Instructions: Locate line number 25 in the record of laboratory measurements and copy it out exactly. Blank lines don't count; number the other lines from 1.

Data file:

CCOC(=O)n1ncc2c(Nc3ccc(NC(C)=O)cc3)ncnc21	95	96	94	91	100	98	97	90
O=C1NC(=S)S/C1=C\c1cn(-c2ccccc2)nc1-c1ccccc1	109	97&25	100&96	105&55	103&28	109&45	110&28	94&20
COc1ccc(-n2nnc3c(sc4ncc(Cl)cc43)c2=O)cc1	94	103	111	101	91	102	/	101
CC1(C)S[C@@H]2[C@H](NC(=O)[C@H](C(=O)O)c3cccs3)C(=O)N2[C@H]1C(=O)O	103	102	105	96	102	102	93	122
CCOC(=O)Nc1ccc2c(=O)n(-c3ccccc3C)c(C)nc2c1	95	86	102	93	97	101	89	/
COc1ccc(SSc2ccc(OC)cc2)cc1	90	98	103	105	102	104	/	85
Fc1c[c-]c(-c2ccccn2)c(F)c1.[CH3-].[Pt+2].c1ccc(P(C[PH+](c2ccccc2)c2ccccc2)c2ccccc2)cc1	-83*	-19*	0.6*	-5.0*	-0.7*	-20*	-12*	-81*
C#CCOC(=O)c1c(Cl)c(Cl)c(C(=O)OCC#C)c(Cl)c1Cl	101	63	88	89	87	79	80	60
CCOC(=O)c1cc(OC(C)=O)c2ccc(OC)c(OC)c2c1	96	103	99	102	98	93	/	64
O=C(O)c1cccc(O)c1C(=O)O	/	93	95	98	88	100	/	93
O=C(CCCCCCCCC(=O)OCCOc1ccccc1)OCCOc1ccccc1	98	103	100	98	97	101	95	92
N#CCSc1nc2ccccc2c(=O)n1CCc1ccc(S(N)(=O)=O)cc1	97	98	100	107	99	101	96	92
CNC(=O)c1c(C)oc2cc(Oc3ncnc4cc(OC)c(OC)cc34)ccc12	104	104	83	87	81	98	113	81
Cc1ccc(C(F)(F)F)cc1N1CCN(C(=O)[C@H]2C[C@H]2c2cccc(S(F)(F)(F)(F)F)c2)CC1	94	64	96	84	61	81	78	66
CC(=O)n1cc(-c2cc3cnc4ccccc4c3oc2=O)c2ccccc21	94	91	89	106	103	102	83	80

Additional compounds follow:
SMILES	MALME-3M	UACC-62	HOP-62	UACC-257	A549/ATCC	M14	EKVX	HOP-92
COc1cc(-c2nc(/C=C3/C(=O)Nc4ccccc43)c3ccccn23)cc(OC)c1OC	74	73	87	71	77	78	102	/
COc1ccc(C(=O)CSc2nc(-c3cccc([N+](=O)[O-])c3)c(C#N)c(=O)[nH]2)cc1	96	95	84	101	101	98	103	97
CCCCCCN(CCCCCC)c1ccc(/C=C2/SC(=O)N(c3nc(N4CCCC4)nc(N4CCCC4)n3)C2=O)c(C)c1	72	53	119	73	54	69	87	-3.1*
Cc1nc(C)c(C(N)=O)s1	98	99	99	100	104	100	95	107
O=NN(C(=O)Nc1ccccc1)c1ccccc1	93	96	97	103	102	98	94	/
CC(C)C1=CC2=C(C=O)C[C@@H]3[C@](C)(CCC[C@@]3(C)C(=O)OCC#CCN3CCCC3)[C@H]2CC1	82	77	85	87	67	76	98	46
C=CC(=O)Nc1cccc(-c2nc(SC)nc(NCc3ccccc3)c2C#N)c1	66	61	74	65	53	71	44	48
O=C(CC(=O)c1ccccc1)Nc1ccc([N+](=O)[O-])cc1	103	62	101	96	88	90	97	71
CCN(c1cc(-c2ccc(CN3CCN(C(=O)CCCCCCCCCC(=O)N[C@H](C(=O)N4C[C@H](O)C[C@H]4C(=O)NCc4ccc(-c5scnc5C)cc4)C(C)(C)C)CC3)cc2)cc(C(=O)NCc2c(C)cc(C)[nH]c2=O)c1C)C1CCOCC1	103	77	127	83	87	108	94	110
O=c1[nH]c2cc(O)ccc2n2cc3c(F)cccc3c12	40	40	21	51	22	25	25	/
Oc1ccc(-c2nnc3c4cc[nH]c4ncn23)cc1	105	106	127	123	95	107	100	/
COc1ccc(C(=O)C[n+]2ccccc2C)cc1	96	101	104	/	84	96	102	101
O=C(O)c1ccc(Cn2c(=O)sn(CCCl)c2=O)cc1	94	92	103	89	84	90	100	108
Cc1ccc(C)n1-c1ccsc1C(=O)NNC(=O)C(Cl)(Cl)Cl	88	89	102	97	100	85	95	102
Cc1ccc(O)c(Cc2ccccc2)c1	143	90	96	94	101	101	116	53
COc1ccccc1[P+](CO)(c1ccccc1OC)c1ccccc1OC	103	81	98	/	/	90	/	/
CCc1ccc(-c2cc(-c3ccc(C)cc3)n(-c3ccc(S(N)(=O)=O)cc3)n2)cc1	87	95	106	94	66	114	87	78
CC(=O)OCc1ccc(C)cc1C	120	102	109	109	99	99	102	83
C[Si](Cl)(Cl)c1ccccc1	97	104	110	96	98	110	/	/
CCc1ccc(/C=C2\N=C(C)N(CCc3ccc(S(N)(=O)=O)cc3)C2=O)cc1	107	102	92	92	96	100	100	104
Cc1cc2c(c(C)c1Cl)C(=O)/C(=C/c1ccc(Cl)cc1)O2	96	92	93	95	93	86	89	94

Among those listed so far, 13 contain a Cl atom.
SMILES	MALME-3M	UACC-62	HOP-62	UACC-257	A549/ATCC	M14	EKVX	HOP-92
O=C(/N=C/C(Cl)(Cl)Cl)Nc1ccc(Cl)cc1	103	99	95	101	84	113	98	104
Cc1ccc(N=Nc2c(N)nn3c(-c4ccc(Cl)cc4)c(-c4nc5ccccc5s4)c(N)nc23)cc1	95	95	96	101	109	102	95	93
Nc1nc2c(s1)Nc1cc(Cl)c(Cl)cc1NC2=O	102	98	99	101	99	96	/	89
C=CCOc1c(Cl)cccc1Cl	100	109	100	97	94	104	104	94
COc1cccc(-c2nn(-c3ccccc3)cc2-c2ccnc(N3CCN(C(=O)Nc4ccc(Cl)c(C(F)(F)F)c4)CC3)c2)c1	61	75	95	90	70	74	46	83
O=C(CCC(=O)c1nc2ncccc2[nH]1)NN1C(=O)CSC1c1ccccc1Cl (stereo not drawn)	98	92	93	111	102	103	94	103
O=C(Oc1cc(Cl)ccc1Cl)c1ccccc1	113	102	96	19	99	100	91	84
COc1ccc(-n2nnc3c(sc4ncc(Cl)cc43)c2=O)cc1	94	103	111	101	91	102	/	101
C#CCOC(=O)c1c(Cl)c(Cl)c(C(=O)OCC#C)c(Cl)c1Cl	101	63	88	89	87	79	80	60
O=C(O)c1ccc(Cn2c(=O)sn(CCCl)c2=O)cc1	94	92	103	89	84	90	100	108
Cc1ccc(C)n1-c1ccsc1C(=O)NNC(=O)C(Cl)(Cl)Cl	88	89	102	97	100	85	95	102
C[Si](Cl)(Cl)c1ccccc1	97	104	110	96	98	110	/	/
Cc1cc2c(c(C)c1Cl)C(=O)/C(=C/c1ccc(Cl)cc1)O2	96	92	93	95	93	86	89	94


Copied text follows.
O=C(CC(=O)c1ccccc1)Nc1ccc([N+](=O)[O-])cc1	103	62	101	96	88	90	97	71